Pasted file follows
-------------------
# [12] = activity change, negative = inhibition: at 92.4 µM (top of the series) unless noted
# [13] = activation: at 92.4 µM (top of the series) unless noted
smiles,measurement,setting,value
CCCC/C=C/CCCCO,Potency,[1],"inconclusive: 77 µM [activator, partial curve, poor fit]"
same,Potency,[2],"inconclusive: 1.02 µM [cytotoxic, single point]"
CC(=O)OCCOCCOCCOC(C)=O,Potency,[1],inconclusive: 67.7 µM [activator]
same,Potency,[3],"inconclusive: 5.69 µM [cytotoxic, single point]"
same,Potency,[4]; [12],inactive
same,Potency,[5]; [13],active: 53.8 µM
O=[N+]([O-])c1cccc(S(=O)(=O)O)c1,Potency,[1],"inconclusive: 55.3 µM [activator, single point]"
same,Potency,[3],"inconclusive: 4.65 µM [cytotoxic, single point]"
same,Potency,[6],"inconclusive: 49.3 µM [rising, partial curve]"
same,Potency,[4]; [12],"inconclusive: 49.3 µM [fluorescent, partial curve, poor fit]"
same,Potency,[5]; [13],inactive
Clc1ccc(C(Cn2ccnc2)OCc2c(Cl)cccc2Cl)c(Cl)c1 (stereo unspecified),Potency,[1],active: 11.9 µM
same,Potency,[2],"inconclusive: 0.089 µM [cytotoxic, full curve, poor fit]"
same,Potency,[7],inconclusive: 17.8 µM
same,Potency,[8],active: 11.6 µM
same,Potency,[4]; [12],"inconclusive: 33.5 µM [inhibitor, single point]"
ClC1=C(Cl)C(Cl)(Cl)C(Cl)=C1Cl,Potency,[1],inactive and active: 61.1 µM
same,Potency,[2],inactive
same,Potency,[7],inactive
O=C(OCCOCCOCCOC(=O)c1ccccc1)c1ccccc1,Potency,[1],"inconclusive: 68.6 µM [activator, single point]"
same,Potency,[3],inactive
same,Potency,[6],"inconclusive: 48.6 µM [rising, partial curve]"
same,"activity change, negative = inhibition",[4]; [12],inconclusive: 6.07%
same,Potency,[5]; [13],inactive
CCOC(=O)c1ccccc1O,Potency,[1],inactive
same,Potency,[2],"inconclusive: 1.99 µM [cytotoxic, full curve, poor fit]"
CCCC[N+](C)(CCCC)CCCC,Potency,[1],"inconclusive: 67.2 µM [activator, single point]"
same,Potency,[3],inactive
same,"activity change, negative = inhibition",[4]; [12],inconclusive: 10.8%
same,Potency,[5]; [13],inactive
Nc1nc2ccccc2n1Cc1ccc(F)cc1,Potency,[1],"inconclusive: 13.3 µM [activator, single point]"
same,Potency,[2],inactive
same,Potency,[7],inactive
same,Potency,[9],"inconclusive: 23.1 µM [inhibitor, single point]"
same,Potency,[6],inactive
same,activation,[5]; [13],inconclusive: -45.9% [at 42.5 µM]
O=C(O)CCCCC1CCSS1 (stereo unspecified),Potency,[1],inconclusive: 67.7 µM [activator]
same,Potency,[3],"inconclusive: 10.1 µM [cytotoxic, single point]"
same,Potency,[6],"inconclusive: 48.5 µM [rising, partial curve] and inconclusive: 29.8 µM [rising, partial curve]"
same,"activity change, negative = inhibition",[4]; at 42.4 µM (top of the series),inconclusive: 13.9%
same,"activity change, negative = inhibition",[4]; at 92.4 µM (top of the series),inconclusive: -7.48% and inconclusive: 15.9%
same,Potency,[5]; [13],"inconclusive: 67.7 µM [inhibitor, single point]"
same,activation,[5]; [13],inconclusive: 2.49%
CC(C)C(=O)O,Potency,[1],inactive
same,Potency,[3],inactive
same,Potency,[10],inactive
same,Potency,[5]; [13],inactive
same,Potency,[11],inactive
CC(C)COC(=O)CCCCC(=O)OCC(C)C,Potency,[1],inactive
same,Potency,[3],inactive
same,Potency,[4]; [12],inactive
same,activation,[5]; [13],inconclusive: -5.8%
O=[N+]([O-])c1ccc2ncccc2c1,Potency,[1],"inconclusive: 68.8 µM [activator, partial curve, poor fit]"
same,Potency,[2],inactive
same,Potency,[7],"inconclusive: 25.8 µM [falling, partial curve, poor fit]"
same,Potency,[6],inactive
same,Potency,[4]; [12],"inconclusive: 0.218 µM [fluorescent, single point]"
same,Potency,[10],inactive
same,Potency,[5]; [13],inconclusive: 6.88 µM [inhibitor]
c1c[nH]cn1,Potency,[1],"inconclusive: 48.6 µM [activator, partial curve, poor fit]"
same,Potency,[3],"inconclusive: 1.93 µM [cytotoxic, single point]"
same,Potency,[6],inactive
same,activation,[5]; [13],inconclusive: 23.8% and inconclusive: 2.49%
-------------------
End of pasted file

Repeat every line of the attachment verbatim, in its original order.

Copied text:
# [12] = activity change, negative = inhibition: at 92.4 µM (top of the series) unless noted
# [13] = activation: at 92.4 µM (top of the series) unless noted
smiles,measurement,setting,value
CCCC/C=C/CCCCO,Potency,[1],"inconclusive: 77 µM [activator, partial curve, poor fit]"
same,Potency,[2],"inconclusive: 1.02 µM [cytotoxic, single point]"
CC(=O)OCCOCCOCCOC(C)=O,Potency,[1],inconclusive: 67.7 µM [activator]
same,Potency,[3],"inconclusive: 5.69 µM [cytotoxic, single point]"
same,Potency,[4]; [12],inactive
same,Potency,[5]; [13],active: 53.8 µM
O=[N+]([O-])c1cccc(S(=O)(=O)O)c1,Potency,[1],"inconclusive: 55.3 µM [activator, single point]"
same,Potency,[3],"inconclusive: 4.65 µM [cytotoxic, single point]"
same,Potency,[6],"inconclusive: 49.3 µM [rising, partial curve]"
same,Potency,[4]; [12],"inconclusive: 49.3 µM [fluorescent, partial curve, poor fit]"
same,Potency,[5]; [13],inactive
Clc1ccc(C(Cn2ccnc2)OCc2c(Cl)cccc2Cl)c(Cl)c1 (stereo unspecified),Potency,[1],active: 11.9 µM
same,Potency,[2],"inconclusive: 0.089 µM [cytotoxic, full curve, poor fit]"
same,Potency,[7],inconclusive: 17.8 µM
same,Potency,[8],active: 11.6 µM
same,Potency,[4]; [12],"inconclusive: 33.5 µM [inhibitor, single point]"
ClC1=C(Cl)C(Cl)(Cl)C(Cl)=C1Cl,Potency,[1],inactive and active: 61.1 µM
same,Potency,[2],inactive
same,Potency,[7],inactive
O=C(OCCOCCOCCOC(=O)c1ccccc1)c1ccccc1,Potency,[1],"inconclusive: 68.6 µM [activator, single point]"
same,Potency,[3],inactive
same,Potency,[6],"inconclusive: 48.6 µM [rising, partial curve]"
same,"activity change, negative = inhibition",[4]; [12],inconclusive: 6.07%
same,Potency,[5]; [13],inactive
CCOC(=O)c1ccccc1O,Potency,[1],inactive
same,Potency,[2],"inconclusive: 1.99 µM [cytotoxic, full curve, poor fit]"
CCCC[N+](C)(CCCC)CCCC,Potency,[1],"inconclusive: 67.2 µM [activator, single point]"
same,Potency,[3],inactive
same,"activity change, negative = inhibition",[4]; [12],inconclusive: 10.8%
same,Potency,[5]; [13],inactive
Nc1nc2ccccc2n1Cc1ccc(F)cc1,Potency,[1],"inconclusive: 13.3 µM [activator, single point]"
same,Potency,[2],inactive
same,Potency,[7],inactive
same,Potency,[9],"inconclusive: 23.1 µM [inhibitor, single point]"
same,Potency,[6],inactive
same,activation,[5]; [13],inconclusive: -45.9% [at 42.5 µM]
O=C(O)CCCCC1CCSS1 (stereo unspecified),Potency,[1],inconclusive: 67.7 µM [activator]
same,Potency,[3],"inconclusive: 10.1 µM [cytotoxic, single point]"
same,Potency,[6],"inconclusive: 48.5 µM [rising, partial curve] and inconclusive: 29.8 µM [rising, partial curve]"
same,"activity change, negative = inhibition",[4]; at 42.4 µM (top of the series),inconclusive: 13.9%
same,"activity change, negative = inhibition",[4]; at 92.4 µM (top of the series),inconclusive: -7.48% and inconclusive: 15.9%
same,Potency,[5]; [13],"inconclusive: 67.7 µM [inhibitor, single point]"
same,activation,[5]; [13],inconclusive: 2.49%
CC(C)C(=O)O,Potency,[1],inactive
same,Potency,[3],inactive
same,Potency,[10],inactive
same,Potency,[5]; [13],inactive
same,Potency,[11],inactive
CC(C)COC(=O)CCCCC(=O)OCC(C)C,Potency,[1],inactive
same,Potency,[3],inactive
same,Potency,[4]; [12],inactive
same,activation,[5]; [13],inconclusive: -5.8%
O=[N+]([O-])c1ccc2ncccc2c1,Potency,[1],"inconclusive: 68.8 µM [activator, partial curve, poor fit]"
same,Potency,[2],inactive
same,Potency,[7],"inconclusive: 25.8 µM [falling, partial curve, poor fit]"
same,Potency,[6],inactive
same,Potency,[4]; [12],"inconclusive: 0.218 µM [fluorescent, single point]"
same,Potency,[10],inactive
same,Potency,[5]; [13],inconclusive: 6.88 µM [inhibitor]
c1c[nH]cn1,Potency,[1],"inconclusive: 48.6 µM [activator, partial curve, poor fit]"
same,Potency,[3],"inconclusive: 1.93 µM [cytotoxic, single point]"
same,Potency,[6],inactive
same,activation,[5]; [13],inconclusive: 23.8% and inconclusive: 2.49%